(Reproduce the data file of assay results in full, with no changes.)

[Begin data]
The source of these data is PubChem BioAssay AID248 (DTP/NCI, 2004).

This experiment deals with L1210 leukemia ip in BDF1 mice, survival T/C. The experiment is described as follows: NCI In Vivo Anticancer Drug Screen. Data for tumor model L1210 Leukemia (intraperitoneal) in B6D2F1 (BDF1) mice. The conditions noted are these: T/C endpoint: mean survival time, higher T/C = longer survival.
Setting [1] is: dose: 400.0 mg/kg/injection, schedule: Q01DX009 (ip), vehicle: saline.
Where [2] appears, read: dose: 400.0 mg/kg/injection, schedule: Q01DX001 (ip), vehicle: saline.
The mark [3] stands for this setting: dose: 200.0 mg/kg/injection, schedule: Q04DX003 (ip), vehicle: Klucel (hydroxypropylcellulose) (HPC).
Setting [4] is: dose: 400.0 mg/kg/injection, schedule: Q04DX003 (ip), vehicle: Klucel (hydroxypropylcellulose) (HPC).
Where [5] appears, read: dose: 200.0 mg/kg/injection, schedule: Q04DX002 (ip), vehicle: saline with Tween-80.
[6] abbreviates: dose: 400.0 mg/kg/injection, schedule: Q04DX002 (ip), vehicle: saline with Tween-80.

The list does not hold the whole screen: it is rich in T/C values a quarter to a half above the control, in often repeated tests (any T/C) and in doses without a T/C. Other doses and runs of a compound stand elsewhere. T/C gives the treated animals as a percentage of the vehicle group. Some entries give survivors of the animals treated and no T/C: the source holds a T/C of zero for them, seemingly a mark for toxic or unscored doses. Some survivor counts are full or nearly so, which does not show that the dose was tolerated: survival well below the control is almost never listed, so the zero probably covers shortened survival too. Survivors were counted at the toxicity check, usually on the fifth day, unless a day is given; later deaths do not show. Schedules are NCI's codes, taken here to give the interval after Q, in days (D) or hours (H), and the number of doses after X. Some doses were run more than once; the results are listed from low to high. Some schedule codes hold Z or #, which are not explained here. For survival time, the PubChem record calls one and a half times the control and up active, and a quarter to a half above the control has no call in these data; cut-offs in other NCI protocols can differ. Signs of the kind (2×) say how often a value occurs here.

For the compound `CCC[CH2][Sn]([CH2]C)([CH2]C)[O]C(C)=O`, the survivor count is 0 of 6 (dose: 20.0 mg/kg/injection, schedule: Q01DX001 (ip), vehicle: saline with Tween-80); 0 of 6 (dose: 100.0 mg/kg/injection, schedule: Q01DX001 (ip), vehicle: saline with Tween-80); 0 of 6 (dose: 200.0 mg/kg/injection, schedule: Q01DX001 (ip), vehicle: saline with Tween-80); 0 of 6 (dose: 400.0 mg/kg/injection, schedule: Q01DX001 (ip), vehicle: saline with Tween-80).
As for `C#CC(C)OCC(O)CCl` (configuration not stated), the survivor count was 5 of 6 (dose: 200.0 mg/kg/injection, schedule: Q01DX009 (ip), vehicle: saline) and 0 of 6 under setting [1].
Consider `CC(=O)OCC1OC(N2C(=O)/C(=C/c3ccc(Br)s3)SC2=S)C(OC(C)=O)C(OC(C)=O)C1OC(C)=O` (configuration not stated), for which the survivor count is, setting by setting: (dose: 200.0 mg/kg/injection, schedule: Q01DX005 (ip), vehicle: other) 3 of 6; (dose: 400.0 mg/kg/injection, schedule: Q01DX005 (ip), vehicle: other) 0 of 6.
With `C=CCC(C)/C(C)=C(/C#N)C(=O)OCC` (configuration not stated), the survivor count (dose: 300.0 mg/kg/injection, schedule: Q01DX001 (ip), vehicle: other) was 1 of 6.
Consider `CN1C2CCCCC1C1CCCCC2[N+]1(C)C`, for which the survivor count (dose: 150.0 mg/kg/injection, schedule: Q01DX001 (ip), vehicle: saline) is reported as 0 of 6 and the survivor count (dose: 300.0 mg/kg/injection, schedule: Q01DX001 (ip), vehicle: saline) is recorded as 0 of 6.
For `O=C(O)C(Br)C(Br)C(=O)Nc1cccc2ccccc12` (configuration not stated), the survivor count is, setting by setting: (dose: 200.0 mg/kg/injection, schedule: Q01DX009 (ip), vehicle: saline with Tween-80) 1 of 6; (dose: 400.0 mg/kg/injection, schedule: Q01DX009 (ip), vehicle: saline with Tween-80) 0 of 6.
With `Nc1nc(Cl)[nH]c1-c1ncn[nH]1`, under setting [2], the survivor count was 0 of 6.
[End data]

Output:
The source of these data is PubChem BioAssay AID248 (DTP/NCI, 2004).

This experiment deals with L1210 leukemia ip in BDF1 mice, survival T/C. The experiment is described as follows: NCI In Vivo Anticancer Drug Screen. Data for tumor model L1210 Leukemia (intraperitoneal) in B6D2F1 (BDF1) mice. The conditions noted are these: T/C endpoint: mean survival time, higher T/C = longer survival.
Setting [1] is: dose: 400.0 mg/kg/injection, schedule: Q01DX009 (ip), vehicle: saline.
Where [2] appears, read: dose: 400.0 mg/kg/injection, schedule: Q01DX001 (ip), vehicle: saline.
The mark [3] stands for this setting: dose: 200.0 mg/kg/injection, schedule: Q04DX003 (ip), vehicle: Klucel (hydroxypropylcellulose) (HPC).
Setting [4] is: dose: 400.0 mg/kg/injection, schedule: Q04DX003 (ip), vehicle: Klucel (hydroxypropylcellulose) (HPC).
Where [5] appears, read: dose: 200.0 mg/kg/injection, schedule: Q04DX002 (ip), vehicle: saline with Tween-80.
[6] abbreviates: dose: 400.0 mg/kg/injection, schedule: Q04DX002 (ip), vehicle: saline with Tween-80.

The list does not hold the whole screen: it is rich in T/C values a quarter to a half above the control, in often repeated tests (any T/C) and in doses without a T/C. Other doses and runs of a compound stand elsewhere. T/C gives the treated animals as a percentage of the vehicle group. Some entries give survivors of the animals treated and no T/C: the source holds a T/C of zero for them, seemingly a mark for toxic or unscored doses. Some survivor counts are full or nearly so, which does not show that the dose was tolerated: survival well below the control is almost never listed, so the zero probably covers shortened survival too. Survivors were counted at the toxicity check, usually on the fifth day, unless a day is given; later deaths do not show. Schedules are NCI's codes, taken here to give the interval after Q, in days (D) or hours (H), and the number of doses after X. Some doses were run more than once; the results are listed from low to high. Some schedule codes hold Z or #, which are not explained here. For survival time, the PubChem record calls one and a half times the control and up active, and a quarter to a half above the control has no call in these data; cut-offs in other NCI protocols can differ. Signs of the kind (2×) say how often a value occurs here.

For the compound `CCC[CH2][Sn]([CH2]C)([CH2]C)[O]C(C)=O`, the survivor count is 0 of 6 (dose: 20.0 mg/kg/injection, schedule: Q01DX001 (ip), vehicle: saline with Tween-80); 0 of 6 (dose: 100.0 mg/kg/injection, schedule: Q01DX001 (ip), vehicle: saline with Tween-80); 0 of 6 (dose: 200.0 mg/kg/injection, schedule: Q01DX001 (ip), vehicle: saline with Tween-80); 0 of 6 (dose: 400.0 mg/kg/injection, schedule: Q01DX001 (ip), vehicle: saline with Tween-80).
As for `C#CC(C)OCC(O)CCl` (configuration not stated), the survivor count was 5 of 6 (dose: 200.0 mg/kg/injection, schedule: Q01DX009 (ip), vehicle: saline) and 0 of 6 under setting [1].
Consider `CC(=O)OCC1OC(N2C(=O)/C(=C/c3ccc(Br)s3)SC2=S)C(OC(C)=O)C(OC(C)=O)C1OC(C)=O` (configuration not stated), for which the survivor count is, setting by setting: (dose: 200.0 mg/kg/injection, schedule: Q01DX005 (ip), vehicle: other) 3 of 6; (dose: 400.0 mg/kg/injection, schedule: Q01DX005 (ip), vehicle: other) 0 of 6.
With `C=CCC(C)/C(C)=C(/C#N)C(=O)OCC` (configuration not stated), the survivor count (dose: 300.0 mg/kg/injection, schedule: Q01DX001 (ip), vehicle: other) was 1 of 6.
Consider `CN1C2CCCCC1C1CCCCC2[N+]1(C)C`, for which the survivor count (dose: 150.0 mg/kg/injection, schedule: Q01DX001 (ip), vehicle: saline) is reported as 0 of 6 and the survivor count (dose: 300.0 mg/kg/injection, schedule: Q01DX001 (ip), vehicle: saline) is recorded as 0 of 6.
For `O=C(O)C(Br)C(Br)C(=O)Nc1cccc2ccccc12` (configuration not stated), the survivor count is, setting by setting: (dose: 200.0 mg/kg/injection, schedule: Q01DX009 (ip), vehicle: saline with Tween-80) 1 of 6; (dose: 400.0 mg/kg/injection, schedule: Q01DX009 (ip), vehicle: saline with Tween-80) 0 of 6.
With `Nc1nc(Cl)[nH]c1-c1ncn[nH]1`, under setting [2], the survivor count was 0 of 6.